Comment by thereallyniceman on August 2, 2014 at 12:48

Thanks Joel,

Paul Cadwell was a great player. I believe that he was  born in New Jersey and, when he was a child, began taking banjo lessons from Fred Van Eps.... lucky man!  Maybe that explains the Van Eps banjo that he is playing.

I can't really tell if he is using his fingernails, but it sounds like it. One thing I do notice, and don't like much, is that he flails his RH fingers about a lot when picking the strings. I was taught over here in the UK, to be as economical as possible with finger movements, only bending from the centre joint of the finger where possible. This was to increase the speed of picking, as it is easier, and quicker, to play a lot of notes if you don't have to wait for the fingers to get back ready to pick the next string!!  It is similar to only lifting the LH fingertips very slightly off the strings between notes and not flailing them around either!!

All this said, it didn't seem to slow Mr. Cadwell down much did it? !!  :-)

Comment by Joel Hooks on August 2, 2014 at 13:19

I think he is just nervous.

The 2nd part of this video he fumbles through "Ragtime Episode"... then he kills the trio!

The complete opposite if what I do.  Not that I can play anything near what Cadwell does.

https://www.youtube.com/watch?v=SwzxL537EPg

Comment by Trapdoor2 on August 2, 2014 at 15:20

Wow, very cool videos. From the few close-ups, I don't think he is using fingernails (at least, not long ones). His appear to be trimmed short.

He does flap his RH fingers about a lot. Still, he plays quite nicely and is obviously a fine player with a lot of experience. That he has some uneconomical movements says more about how we're all different than anything else. Some folks' fingers just won't bend or operate the same as you and me...but the job gets done!

I also like how he moves his RH along the strings to get different tonalities, effects and dynamics. Well done there...something that many players never "get".

Comment by thereallyniceman on August 2, 2014 at 15:35

Trapdoor2 said:

also like how he moves his RH along the strings to get different tonalities, effects and dynamics. Well done there...something that many players never "get".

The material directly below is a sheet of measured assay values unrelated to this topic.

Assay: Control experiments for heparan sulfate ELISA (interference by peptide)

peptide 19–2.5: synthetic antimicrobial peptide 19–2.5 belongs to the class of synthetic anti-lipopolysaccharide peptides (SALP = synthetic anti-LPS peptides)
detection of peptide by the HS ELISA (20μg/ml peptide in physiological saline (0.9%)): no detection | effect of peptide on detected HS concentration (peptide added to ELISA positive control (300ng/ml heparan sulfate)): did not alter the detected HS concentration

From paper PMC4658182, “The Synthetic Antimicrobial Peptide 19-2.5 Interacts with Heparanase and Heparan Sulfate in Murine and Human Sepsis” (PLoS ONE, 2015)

I get it for "tonalities" (correct word?) and effects but not for dynamics!

I just hammer it out.

My bad !!

:-(

Comment by Joel Hooks on August 2, 2014 at 16:07

Notice the razor thin ebony bridge?  That is how  Van Eps was setting them up.  I watched the full episode and he says the banjo is one of the last Van Eps made in 1951.  He also says he is using fishing line for strings.

I made up a super thin ebony bridge for my Eastman (used in the most recent videos) and it is a power house.  I plan on trying some other woods I have pieces of like cocobolo.  

Comment by thereallyniceman on August 2, 2014 at 16:52

I often wondered how an ebony bridge, in place of maple, would sound...

Anyone tried these "really" hard woods?

Comment by Trapdoor2 on August 2, 2014 at 18:01

I tried an ebony bridge years ago...but it was exactly the same dimensions as a standard "Snuffy Smith" bridge and therefore quite heavy. It made the banjo sound more like a guitar...and I didn't like it. However, if one really cut it down thin and light...why not?

 

How much does your thin ebony bridge weigh, Joel?

Comment by Joel Hooks on August 2, 2014 at 21:04

The bridge is on the banjo and the triple beam is at my work.

This blurry photo will have to do for now.  This was my first attempt. I cut it a little too wide, also the notches are not completely even.  The equipped version is crafted neater.  It came out to about 3 32nd of an inch thick at the top.  As I experiment, I'll go thinner.  For now that is on the back burner as the Hooks' estate is being packed and my shop boxed up.  

One thing I have been doing lately is "hand finishing" bridges.  Most manufactures offerd this option as a premium-- SSS, Fairbanks, etc..

The bottom bridge was just one in a box (yes, I do make up various styles of bridges for fun and have a box of them-- don't you?), again, not the cleanest example.  I take a standard square cut bridge, stick it in a vice, and go over it with a disposable emery board.  I always keep these on hand for finish sanding small bits.  The legs get rounded as does all but the part with notches.

It is likely in my head, but I think is sharpens up the tone ever so slightly while keeping the bottom end.  It also looks nice.  At any rate, it is an easy mod that look cool.

The ebony looks fantastic on a Whyte Ladyie model banjo.

Comment by Joel Hooks on August 2, 2014 at 21:07

Ahem, that would be vise that I put the bridge in.

Comment by OK-4 on August 3, 2014 at 6:24
I have an old ebony bridge that I picked up in a batch of old parts. Not sure how old. The long section is very thin and tapered on the underside, sort of like an airplane wing. It seems that workmanship went in to making it. It works great.

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